Vatican City — Just as the crowds and government officials tried to dodge responsibility for Jesus' fate after he was arrested, so today too many individuals and countries want someone else to care for refugees fleeing violence and migrants seeking a better life, Pope Francis said.
Preaching about the story of Jesus' passion and death on Palm Sunday, March 20, the pope said that in addition to betrayal and injustice, Jesus experienced indifference as the crowds who had hailed his entry into Jerusalem, Herod, Pilate and even his own disciples washed their hands of him.
"This makes me think of so many people, so many emarginated, so many migrants and refugees for whom many do not want to assume responsibility for their fate," the pope said in his homily.
Greece and other European countries have been overwhelmed by refugees, particularly from Syria, Iraq and Afghanistan. An agreement between Turkey and the European Union went into effect on Palm Sunday to prevent refugees from attempting dangerous sea crossings from Turkey and to stem the continuing flow of refugees into Europe. Under the agreement, most refugees arriving in Greece will be returned to Turkey. For each refugee returned, one who has not left Turkey should be resettled in the European Union.
Carrying a woven palm branch, known as a "palmurello," Francis led the Palm Sunday Mass with more than 60,000 people gathered on a warm spring morning in St. Peter's Square.
Young people from Poland and around the world assisted at the Mass, carrying long palm branches in the procession and proclaiming the Scripture readings. With Krakow, Poland, set to host the international gathering of World Youth Day with Pope Francis in July, the day's second reading was in Polish.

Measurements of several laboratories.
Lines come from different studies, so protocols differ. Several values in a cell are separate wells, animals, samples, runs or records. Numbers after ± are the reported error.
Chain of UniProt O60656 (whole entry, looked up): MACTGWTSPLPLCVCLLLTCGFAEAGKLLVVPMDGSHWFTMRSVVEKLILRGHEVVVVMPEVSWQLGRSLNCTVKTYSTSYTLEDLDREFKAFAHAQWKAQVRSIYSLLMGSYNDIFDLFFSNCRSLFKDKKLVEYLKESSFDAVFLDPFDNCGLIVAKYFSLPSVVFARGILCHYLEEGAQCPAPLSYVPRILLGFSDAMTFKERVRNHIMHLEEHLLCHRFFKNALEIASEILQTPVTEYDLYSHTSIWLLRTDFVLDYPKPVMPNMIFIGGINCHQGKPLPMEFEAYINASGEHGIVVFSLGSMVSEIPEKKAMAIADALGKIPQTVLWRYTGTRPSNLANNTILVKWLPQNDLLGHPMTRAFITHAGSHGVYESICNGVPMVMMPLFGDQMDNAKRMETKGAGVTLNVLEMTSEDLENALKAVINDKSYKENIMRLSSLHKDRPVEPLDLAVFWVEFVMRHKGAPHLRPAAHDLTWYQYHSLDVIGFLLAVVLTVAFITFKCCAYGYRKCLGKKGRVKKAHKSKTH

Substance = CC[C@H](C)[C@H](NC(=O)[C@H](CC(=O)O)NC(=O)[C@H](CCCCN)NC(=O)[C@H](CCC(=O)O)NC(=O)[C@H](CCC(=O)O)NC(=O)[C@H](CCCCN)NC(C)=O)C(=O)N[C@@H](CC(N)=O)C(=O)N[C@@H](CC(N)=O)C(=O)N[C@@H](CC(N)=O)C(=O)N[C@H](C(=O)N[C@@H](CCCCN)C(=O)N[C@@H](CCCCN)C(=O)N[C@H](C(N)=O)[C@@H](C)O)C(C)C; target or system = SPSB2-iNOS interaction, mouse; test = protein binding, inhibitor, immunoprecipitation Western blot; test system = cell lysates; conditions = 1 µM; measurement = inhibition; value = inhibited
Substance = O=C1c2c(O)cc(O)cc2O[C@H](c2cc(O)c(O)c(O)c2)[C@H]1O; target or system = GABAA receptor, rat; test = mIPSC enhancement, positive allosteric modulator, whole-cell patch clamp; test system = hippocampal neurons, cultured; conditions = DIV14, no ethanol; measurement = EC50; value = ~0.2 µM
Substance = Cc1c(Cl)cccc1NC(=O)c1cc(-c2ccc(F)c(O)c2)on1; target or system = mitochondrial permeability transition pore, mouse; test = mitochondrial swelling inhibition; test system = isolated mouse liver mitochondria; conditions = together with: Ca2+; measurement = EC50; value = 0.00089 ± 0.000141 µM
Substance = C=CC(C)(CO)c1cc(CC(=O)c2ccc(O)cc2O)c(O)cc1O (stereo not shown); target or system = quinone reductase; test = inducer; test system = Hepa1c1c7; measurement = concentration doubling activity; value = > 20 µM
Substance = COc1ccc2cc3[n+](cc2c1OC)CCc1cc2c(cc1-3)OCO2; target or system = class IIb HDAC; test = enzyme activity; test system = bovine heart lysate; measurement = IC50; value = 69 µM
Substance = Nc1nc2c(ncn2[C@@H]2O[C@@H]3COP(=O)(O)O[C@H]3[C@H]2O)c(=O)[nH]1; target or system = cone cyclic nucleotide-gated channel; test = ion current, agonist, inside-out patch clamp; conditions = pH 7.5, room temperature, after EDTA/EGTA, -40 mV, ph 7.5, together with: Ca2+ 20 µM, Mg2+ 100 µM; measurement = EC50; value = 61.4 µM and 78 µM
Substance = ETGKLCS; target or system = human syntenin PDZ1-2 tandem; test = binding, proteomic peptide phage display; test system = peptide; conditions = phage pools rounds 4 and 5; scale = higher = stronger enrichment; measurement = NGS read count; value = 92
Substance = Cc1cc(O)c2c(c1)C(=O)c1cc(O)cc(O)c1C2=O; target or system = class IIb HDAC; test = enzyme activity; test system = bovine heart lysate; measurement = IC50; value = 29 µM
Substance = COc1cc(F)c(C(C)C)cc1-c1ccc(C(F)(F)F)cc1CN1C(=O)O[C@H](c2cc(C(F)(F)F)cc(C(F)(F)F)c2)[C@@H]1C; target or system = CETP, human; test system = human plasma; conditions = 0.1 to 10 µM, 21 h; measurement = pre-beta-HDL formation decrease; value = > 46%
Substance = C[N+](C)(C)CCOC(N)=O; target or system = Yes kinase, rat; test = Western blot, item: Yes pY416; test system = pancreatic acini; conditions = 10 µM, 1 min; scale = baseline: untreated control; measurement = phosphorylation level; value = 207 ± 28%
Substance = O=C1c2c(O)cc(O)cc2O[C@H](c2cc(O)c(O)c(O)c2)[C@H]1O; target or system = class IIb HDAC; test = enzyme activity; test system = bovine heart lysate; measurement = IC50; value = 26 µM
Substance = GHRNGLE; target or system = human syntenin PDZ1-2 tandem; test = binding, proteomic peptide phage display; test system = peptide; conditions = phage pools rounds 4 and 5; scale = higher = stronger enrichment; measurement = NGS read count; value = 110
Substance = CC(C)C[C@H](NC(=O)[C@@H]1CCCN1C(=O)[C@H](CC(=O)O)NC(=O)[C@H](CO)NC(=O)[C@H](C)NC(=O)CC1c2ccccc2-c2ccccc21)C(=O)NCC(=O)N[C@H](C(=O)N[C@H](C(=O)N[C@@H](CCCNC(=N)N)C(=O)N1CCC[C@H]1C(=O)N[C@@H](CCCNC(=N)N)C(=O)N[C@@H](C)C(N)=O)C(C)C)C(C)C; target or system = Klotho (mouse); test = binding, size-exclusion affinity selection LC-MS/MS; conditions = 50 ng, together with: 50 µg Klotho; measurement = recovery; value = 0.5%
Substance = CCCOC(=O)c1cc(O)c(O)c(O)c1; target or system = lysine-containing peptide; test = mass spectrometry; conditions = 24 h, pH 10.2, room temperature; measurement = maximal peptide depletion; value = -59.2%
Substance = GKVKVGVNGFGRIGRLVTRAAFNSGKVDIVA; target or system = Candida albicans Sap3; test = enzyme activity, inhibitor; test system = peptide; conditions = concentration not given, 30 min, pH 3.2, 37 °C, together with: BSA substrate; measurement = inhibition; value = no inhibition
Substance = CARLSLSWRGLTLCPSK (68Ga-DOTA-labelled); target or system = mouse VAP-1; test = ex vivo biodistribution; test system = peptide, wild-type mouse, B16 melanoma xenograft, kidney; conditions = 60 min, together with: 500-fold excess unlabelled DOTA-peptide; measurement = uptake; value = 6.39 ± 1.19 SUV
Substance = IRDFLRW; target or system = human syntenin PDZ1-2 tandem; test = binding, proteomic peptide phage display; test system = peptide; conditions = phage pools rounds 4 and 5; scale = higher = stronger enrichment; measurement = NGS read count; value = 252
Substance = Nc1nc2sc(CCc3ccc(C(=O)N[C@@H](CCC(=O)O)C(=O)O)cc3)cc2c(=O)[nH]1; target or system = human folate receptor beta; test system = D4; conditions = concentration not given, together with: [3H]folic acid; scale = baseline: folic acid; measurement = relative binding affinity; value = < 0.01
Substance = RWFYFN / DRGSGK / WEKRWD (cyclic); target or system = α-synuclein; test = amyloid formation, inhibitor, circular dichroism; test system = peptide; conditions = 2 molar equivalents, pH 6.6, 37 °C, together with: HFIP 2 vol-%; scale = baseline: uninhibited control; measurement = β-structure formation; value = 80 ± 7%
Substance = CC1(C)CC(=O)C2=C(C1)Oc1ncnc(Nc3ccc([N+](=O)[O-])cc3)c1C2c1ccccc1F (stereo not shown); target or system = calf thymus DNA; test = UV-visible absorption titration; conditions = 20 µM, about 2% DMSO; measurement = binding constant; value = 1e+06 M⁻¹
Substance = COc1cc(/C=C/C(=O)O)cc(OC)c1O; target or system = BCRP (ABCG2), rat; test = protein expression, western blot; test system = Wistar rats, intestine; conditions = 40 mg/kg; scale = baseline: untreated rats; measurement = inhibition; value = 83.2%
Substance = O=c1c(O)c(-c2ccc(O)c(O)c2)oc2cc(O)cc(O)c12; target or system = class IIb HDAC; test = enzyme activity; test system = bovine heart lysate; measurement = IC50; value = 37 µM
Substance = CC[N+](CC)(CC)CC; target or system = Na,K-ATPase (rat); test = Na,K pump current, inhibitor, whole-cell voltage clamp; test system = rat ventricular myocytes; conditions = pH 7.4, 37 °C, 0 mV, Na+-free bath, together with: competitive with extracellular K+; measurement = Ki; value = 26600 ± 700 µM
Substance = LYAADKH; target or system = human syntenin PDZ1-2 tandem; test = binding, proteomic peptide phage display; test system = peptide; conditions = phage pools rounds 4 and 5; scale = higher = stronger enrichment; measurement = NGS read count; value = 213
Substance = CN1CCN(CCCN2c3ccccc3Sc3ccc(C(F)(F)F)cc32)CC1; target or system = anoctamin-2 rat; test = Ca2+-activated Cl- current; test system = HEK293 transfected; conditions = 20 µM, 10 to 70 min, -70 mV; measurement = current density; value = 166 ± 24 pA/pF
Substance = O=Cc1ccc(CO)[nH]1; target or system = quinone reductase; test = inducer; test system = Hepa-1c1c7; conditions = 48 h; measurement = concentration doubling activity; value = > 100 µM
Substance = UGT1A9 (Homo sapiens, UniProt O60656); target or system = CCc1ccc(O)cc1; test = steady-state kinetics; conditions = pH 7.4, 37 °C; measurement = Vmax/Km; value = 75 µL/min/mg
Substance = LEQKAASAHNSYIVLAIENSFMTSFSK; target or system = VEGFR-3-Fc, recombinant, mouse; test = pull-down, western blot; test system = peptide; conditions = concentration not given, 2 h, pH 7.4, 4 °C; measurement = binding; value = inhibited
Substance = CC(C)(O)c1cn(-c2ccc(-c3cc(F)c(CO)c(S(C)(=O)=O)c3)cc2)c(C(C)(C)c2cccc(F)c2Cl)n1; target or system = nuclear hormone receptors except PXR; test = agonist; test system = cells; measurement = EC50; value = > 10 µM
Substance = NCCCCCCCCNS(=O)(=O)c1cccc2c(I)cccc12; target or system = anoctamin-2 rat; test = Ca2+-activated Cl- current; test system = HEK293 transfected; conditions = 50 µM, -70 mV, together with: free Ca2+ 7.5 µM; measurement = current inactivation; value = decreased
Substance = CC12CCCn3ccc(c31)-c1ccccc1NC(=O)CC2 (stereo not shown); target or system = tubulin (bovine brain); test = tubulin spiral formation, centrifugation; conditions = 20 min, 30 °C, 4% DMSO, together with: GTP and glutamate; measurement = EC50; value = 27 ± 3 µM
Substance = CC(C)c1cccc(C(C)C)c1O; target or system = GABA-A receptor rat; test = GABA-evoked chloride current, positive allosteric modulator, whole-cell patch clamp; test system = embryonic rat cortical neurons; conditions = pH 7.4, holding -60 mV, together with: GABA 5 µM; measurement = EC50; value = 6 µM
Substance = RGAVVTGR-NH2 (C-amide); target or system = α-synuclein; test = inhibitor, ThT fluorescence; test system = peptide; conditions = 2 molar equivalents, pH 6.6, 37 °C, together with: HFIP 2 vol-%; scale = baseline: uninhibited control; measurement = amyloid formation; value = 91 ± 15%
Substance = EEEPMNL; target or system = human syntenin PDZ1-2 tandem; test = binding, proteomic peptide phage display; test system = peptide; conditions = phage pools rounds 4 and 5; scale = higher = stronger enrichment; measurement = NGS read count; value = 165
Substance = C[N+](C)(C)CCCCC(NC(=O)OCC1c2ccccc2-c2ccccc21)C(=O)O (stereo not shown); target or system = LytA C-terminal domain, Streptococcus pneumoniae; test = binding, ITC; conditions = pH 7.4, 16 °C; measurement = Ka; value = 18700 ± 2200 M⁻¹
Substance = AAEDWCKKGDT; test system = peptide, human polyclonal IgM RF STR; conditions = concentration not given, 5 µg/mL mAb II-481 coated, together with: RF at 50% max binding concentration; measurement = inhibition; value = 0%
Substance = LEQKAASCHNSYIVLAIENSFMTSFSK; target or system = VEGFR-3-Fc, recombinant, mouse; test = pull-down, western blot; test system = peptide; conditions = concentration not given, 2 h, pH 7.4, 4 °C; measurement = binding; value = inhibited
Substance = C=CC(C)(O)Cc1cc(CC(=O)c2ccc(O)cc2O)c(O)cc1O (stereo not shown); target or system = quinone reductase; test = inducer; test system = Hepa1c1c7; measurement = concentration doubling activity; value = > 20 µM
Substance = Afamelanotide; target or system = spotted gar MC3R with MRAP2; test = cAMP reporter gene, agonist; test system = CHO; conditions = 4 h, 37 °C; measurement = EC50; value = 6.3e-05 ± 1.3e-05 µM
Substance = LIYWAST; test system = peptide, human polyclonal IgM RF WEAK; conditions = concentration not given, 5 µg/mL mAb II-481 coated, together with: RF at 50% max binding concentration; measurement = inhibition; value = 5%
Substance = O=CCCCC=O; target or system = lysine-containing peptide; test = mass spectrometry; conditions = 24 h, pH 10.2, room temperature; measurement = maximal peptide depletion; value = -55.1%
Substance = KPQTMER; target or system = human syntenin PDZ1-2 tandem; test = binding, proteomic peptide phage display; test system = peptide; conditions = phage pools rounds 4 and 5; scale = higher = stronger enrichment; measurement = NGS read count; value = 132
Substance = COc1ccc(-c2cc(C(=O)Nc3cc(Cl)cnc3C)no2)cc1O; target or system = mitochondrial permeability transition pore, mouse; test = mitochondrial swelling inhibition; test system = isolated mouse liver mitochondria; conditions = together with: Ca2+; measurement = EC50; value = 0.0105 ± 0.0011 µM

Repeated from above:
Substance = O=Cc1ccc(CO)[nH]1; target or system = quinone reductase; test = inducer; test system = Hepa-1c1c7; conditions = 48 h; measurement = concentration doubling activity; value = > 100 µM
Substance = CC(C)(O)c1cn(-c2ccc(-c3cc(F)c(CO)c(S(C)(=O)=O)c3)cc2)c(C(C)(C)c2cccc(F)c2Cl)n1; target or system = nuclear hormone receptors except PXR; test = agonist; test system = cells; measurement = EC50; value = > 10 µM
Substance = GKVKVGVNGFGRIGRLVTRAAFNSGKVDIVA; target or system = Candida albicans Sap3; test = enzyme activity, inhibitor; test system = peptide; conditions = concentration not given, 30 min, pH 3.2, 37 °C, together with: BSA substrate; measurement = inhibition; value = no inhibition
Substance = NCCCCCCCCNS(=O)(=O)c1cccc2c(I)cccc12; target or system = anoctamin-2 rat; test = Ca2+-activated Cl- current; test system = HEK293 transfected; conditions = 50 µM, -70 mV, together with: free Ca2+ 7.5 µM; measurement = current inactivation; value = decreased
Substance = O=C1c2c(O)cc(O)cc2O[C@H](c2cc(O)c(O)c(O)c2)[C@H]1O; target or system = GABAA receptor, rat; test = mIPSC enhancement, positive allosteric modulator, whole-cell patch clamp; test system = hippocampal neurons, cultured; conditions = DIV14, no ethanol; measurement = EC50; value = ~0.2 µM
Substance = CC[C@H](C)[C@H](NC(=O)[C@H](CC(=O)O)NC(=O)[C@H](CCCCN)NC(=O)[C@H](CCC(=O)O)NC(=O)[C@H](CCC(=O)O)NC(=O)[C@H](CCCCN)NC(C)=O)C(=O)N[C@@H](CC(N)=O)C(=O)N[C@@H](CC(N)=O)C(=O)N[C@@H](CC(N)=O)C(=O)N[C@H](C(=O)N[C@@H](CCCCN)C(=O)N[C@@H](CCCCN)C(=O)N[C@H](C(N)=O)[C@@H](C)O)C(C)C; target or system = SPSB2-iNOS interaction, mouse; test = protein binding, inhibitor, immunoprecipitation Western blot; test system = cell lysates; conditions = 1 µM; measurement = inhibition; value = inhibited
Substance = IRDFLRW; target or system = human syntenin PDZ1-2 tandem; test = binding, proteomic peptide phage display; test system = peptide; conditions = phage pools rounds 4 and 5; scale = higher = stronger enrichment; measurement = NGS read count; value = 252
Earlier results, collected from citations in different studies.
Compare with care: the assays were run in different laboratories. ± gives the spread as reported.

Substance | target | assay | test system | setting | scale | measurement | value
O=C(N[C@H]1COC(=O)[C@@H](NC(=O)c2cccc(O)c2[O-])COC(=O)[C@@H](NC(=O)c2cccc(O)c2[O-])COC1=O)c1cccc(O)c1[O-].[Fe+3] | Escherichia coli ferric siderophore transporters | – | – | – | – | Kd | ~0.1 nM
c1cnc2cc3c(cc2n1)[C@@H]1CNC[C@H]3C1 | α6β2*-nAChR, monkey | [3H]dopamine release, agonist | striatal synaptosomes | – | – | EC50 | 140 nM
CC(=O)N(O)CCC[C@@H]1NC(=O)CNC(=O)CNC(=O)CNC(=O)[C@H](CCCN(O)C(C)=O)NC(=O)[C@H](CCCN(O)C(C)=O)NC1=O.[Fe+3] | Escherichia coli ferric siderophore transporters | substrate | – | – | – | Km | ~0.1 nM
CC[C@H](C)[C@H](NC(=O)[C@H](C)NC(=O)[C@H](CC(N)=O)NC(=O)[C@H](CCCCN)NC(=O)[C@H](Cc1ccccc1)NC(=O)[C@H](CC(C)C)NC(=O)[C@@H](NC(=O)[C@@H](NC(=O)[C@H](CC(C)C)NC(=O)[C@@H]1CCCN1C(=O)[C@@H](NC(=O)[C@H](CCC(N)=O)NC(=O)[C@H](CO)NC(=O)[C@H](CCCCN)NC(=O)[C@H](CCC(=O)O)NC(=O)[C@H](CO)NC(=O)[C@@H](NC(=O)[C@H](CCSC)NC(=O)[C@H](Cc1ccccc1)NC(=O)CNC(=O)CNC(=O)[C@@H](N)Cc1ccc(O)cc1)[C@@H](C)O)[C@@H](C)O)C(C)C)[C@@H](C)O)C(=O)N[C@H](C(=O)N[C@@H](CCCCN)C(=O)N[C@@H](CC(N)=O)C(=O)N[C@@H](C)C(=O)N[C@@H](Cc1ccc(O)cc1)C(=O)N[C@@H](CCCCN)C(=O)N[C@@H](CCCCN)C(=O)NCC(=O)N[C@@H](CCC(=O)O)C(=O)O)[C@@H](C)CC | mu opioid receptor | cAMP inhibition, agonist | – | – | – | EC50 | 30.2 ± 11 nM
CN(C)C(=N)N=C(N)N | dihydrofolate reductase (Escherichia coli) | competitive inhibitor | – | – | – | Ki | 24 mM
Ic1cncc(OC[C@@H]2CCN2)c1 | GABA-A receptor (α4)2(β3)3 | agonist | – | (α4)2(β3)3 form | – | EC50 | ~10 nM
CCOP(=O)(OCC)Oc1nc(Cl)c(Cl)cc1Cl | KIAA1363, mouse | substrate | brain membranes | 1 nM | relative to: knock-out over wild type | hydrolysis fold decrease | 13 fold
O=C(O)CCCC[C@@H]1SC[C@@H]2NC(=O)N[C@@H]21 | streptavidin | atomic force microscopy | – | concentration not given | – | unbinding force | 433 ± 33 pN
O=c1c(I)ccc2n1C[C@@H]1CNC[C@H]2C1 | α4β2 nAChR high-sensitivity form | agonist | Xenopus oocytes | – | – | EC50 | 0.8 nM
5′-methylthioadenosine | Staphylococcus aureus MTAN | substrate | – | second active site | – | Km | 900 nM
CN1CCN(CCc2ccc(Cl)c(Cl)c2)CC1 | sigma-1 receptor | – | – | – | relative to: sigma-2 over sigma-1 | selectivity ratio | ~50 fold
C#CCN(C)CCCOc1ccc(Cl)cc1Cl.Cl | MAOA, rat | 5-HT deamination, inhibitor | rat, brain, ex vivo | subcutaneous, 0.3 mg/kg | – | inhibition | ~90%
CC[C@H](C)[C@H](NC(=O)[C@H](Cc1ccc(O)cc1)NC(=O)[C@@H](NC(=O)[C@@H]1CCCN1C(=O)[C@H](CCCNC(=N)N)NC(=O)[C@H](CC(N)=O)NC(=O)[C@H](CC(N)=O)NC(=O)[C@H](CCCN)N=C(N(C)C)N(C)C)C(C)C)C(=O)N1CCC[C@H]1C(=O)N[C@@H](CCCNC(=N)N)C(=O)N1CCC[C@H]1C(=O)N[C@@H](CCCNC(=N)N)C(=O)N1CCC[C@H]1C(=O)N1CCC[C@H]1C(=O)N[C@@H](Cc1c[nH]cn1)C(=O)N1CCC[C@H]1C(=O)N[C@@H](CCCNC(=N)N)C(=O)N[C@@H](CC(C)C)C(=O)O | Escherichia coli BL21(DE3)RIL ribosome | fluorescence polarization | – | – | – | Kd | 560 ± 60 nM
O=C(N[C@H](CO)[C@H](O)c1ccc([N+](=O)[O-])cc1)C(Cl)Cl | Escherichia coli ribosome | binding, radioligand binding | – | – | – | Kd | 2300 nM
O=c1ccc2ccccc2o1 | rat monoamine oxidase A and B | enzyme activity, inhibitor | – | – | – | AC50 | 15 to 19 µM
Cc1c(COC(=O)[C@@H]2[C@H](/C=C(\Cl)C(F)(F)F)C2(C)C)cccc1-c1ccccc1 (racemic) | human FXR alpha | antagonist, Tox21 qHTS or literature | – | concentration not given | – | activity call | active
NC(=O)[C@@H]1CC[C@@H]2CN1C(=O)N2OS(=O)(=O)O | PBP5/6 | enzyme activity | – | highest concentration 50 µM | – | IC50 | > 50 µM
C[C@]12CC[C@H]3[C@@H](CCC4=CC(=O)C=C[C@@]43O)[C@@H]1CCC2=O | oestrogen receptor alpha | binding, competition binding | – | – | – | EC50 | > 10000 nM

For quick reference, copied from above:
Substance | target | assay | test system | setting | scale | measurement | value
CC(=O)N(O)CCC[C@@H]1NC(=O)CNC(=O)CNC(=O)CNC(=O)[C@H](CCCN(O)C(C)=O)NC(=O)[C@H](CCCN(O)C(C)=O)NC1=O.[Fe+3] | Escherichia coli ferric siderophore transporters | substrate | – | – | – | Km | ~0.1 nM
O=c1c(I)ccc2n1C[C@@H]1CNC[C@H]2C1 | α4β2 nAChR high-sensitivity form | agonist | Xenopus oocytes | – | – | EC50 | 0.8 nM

At the end of Mass, before reciting the Angelus, Francis expressed his hope that in July many young Catholics would converge on Krakow, "homeland of St. John Paul II, who began World Youth Day."
The Palm Sunday liturgy begins with a commemoration of Jesus entering Jerusalem to acclamations of "Hosanna" from the crowd. In his homily the pope said, "We have made that enthusiasm our own; by waving our olive and palm branches we have expressed our praise and our joy, our desire to receive Jesus who comes to us."
The commemoration is not just about a historical event, the pope said. "Just as he entered Jerusalem, so he desires to enter our cities and our lives. As he did in the Gospel, riding on a donkey, so too he comes to us in humility."
Francis prayed that nothing would "prevent us from finding in him the source of our joy, true joy, which abides and brings peace; for it is Jesus alone who saves us from the snares of sin, death, fear and sadness."
On the cross, at the height of his humiliation, Jesus reveals God's identity as the God of mercy, Francis said, adding that the cross is God's "cathedra," the place from which he teaches people all they need to know about him.
"He forgives those who are crucifying him, he opens the gates of paradise to the repentant thief and he touches the heart of the centurion," he said.
Jesus' life and death, the pope said, was a story of how, out of love, he "emptied and humbled" himself to save humanity.
In Holy Week, he said, the first sign of Jesus' endless love is the scene of him washing the disciples' feet, "as only servants would have done."
"He shows us by example that we need to allow his love to reach us, a love which bends down to us," Francis said. People must accept Jesus' love, experience his tenderness and give witness to the fact that "true love consists in concrete service."
"Hanging from the wood of the cross," the pope said, Jesus faced his last temptation, which was to come down from the cross, "to conquer evil by might and to show the face of a powerful and invincible God."
Instead, Jesus "takes upon himself all our pain that he may redeem it, bringing light to darkness, life to death, love to hatred," the pope said.